– in memory of Jim Marinell
by Louis McKee
The road went on for hundreds of yards
beyond the last of the houses,
past the hanging trees, to the sea grasses and mosquitoes.
On the darkest nights of summer,
when there was nothing to see but stars and fireflies
and the two moons, one washed blue
hanging in the sky, and the other, spread like a spangled cloth
over the softly lapping bay,
we would sit quietly on the damp wooden wall,
me and the girl who used to walk with me,
and look at the lights so far away,
at the small boats moored just below the bulkhead.
Once she said – understand, this was more
than thirty-five years ago – she said we could take one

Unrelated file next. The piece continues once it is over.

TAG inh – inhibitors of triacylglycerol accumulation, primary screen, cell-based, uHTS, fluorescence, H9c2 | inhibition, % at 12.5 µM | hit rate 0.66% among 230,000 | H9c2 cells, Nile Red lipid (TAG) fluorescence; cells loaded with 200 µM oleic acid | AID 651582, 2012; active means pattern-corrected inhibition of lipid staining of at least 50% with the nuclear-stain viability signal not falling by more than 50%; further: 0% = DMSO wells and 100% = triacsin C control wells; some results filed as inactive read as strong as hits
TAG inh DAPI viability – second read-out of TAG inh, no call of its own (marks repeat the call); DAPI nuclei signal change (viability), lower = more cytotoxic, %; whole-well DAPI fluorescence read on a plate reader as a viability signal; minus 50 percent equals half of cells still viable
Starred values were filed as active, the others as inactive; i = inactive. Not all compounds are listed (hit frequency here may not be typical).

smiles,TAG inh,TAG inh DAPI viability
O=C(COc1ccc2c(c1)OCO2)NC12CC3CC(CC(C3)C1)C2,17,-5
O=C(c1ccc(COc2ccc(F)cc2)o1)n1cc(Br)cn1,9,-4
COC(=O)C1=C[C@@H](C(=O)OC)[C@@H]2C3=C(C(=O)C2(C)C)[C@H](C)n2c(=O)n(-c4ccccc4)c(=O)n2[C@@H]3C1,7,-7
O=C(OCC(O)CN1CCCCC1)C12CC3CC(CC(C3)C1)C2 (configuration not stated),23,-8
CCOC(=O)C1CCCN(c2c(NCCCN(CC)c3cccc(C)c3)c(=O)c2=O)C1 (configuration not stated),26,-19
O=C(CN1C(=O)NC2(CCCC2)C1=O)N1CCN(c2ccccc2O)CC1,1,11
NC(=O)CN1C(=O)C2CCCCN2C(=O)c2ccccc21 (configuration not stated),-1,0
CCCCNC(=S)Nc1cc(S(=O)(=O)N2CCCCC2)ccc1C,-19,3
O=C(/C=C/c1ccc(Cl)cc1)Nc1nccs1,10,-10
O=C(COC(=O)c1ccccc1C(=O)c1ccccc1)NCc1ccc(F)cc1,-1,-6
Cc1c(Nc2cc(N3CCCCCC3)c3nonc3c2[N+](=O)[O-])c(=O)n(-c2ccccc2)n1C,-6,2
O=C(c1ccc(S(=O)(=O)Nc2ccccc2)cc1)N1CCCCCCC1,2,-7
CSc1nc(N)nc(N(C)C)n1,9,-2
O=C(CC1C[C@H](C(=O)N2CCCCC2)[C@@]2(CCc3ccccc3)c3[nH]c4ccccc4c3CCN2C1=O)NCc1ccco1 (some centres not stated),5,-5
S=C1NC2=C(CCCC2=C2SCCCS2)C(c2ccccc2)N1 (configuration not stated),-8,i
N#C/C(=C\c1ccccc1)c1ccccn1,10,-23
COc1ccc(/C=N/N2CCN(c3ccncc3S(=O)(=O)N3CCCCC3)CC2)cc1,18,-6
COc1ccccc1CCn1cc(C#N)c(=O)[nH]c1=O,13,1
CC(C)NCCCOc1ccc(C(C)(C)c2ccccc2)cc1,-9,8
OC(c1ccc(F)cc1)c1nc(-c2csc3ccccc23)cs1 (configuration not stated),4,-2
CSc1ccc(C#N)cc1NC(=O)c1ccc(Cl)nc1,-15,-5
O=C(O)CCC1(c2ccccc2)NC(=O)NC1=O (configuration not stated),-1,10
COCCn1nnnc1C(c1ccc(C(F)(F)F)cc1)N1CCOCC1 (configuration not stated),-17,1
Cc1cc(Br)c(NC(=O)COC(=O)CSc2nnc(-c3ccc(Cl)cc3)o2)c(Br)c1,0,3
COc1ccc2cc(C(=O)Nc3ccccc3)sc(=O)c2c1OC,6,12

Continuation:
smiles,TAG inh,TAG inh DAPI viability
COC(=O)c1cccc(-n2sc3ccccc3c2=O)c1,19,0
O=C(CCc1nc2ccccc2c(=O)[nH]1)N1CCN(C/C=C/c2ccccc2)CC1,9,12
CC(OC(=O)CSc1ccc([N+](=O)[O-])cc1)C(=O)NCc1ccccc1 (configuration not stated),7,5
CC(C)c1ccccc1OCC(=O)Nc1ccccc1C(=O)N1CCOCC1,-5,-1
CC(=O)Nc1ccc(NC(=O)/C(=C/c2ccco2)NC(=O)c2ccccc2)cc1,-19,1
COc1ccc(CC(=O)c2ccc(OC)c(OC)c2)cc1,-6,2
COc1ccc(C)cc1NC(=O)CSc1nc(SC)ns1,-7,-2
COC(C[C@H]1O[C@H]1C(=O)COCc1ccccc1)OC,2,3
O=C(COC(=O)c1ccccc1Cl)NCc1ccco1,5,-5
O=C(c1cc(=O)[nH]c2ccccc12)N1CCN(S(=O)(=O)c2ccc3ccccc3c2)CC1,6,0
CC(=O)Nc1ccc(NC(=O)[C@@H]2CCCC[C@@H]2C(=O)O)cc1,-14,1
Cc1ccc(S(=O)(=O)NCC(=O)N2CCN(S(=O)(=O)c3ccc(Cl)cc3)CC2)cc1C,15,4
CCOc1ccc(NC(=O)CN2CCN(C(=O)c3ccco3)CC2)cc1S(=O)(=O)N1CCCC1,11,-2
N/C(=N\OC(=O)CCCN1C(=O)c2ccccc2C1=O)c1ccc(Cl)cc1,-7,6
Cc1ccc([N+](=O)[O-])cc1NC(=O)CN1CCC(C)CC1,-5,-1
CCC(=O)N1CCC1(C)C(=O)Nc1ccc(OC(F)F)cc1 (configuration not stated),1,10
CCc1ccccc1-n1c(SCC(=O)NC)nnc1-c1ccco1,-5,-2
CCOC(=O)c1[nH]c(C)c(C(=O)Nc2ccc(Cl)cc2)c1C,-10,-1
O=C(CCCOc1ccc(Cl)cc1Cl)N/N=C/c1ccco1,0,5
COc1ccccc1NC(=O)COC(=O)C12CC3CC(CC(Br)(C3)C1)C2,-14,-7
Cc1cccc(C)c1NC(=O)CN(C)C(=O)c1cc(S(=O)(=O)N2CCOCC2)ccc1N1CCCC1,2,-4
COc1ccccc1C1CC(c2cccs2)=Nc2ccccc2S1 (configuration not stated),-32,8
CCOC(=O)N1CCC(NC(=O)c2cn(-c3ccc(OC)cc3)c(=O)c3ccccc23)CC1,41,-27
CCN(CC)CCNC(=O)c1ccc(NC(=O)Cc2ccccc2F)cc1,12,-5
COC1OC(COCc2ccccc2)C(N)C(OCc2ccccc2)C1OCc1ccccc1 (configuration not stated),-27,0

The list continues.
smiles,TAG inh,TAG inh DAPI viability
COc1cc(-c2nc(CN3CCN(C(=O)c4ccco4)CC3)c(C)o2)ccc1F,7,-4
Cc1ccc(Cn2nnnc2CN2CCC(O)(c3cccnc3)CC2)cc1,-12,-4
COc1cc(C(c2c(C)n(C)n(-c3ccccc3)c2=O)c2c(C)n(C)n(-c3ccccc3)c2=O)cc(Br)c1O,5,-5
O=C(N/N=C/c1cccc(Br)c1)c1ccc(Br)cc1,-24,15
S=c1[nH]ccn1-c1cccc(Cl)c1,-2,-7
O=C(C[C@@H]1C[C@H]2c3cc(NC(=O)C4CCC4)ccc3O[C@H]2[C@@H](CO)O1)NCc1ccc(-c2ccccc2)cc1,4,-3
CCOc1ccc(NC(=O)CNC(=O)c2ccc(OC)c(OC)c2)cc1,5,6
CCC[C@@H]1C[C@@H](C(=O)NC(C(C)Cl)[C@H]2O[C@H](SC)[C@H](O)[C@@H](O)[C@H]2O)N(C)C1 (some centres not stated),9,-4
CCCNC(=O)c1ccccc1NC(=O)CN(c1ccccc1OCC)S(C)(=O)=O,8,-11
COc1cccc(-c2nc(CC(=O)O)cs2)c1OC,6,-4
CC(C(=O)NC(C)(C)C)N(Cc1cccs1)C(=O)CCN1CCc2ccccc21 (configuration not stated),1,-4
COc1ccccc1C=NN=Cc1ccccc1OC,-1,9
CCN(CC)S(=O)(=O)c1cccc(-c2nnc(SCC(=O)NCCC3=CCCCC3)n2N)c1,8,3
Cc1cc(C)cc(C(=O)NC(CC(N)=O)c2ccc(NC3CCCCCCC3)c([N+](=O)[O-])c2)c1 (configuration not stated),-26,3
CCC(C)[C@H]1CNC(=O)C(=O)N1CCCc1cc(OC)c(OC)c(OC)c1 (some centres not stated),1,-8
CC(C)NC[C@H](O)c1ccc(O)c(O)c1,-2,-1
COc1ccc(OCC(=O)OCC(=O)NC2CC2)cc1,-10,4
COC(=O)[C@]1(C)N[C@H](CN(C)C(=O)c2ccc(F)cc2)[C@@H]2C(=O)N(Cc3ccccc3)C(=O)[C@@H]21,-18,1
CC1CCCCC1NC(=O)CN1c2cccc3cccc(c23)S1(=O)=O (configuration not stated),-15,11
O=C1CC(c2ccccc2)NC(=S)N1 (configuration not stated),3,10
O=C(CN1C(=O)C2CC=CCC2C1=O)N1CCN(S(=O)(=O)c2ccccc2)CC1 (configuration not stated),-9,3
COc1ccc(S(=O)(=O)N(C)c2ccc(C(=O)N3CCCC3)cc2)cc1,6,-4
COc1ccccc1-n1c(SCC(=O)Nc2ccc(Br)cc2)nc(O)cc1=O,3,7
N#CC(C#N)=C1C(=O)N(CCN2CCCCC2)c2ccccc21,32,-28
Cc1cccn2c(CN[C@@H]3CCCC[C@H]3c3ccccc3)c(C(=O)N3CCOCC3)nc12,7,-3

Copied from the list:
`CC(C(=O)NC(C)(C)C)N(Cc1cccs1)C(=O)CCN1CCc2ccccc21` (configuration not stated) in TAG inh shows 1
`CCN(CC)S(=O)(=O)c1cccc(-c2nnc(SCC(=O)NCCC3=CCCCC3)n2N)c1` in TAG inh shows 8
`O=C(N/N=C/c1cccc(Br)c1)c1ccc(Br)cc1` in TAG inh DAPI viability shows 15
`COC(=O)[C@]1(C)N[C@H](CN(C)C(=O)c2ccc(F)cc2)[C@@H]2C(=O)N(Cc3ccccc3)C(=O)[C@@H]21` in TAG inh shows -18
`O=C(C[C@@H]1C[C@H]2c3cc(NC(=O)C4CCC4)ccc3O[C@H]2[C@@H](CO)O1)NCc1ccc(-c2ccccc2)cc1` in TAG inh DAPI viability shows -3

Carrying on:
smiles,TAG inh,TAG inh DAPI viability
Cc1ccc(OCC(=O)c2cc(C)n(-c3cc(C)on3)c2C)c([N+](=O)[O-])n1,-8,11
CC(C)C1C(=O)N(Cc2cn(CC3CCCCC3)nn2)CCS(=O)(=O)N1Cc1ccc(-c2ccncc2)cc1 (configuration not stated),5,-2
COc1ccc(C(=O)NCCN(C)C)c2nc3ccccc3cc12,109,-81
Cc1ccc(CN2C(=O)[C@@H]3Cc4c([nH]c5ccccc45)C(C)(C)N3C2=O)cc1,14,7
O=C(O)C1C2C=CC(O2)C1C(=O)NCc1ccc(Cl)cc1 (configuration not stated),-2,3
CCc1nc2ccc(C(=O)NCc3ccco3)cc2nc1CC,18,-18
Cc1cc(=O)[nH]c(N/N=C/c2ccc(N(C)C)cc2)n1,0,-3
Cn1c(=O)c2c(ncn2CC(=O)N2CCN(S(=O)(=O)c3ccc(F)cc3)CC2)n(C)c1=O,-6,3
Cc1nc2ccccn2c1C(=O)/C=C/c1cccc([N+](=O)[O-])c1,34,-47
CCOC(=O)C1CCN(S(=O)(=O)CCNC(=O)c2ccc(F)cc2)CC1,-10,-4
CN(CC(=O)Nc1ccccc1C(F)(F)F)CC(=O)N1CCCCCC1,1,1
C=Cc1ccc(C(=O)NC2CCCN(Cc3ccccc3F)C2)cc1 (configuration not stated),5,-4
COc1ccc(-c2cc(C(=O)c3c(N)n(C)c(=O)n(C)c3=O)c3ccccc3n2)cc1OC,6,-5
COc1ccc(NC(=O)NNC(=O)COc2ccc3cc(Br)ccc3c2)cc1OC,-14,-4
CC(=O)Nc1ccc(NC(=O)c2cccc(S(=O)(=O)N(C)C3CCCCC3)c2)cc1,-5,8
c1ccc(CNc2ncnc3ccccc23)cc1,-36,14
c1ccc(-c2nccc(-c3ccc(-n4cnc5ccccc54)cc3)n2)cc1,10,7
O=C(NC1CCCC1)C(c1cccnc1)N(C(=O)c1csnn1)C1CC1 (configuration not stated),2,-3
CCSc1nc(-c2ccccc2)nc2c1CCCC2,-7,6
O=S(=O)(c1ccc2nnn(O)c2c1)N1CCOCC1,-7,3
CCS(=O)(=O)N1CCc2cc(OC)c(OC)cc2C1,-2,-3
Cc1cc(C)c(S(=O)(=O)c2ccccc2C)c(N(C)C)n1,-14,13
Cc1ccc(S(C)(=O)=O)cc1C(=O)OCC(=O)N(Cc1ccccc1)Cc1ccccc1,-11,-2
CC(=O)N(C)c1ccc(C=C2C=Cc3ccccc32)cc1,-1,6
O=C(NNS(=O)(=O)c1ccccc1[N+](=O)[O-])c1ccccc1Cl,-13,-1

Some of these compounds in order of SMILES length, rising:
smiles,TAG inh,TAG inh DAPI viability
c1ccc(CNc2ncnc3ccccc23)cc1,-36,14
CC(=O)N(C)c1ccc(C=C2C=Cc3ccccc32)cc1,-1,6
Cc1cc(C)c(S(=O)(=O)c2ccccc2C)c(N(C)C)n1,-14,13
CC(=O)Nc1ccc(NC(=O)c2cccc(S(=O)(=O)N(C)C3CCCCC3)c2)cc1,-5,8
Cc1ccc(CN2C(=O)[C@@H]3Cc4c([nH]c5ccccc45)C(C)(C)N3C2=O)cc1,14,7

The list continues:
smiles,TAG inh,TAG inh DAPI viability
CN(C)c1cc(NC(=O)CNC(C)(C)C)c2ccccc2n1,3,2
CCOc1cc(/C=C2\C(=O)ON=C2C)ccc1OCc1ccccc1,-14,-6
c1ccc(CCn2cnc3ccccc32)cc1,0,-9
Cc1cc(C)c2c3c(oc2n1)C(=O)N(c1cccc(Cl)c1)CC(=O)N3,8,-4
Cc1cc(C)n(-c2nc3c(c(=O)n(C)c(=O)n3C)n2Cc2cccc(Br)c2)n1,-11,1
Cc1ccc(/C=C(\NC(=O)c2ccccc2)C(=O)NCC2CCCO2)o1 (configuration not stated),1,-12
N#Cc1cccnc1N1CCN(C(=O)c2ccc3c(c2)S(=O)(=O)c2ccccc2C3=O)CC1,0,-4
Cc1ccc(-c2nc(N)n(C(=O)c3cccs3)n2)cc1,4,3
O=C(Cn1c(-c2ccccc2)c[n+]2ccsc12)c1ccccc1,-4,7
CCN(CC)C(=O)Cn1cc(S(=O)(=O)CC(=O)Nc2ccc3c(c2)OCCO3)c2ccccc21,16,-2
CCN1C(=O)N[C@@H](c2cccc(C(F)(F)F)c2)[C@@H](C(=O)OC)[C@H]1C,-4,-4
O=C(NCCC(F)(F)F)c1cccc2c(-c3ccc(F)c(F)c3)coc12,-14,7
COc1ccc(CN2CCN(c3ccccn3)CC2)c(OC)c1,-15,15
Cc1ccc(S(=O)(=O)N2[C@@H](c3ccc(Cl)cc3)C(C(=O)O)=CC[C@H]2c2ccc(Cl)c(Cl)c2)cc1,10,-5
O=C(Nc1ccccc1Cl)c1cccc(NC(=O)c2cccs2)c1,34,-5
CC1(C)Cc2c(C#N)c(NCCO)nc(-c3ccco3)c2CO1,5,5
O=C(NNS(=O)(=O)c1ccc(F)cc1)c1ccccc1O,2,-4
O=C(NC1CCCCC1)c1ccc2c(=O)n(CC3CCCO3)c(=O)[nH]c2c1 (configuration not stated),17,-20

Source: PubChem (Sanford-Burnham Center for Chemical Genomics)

of the boats and row away, head toward the lights, then go right.
She said, "How could it be wrong, to go right?"
That’s what I think of whenever I see boats, Jim,
tied up but ready, or when I am confronted
by water, or just sitting in the dark.
My first instinct is to make for the lights,
then I remember, and let myself drift right –
how could it be wrong?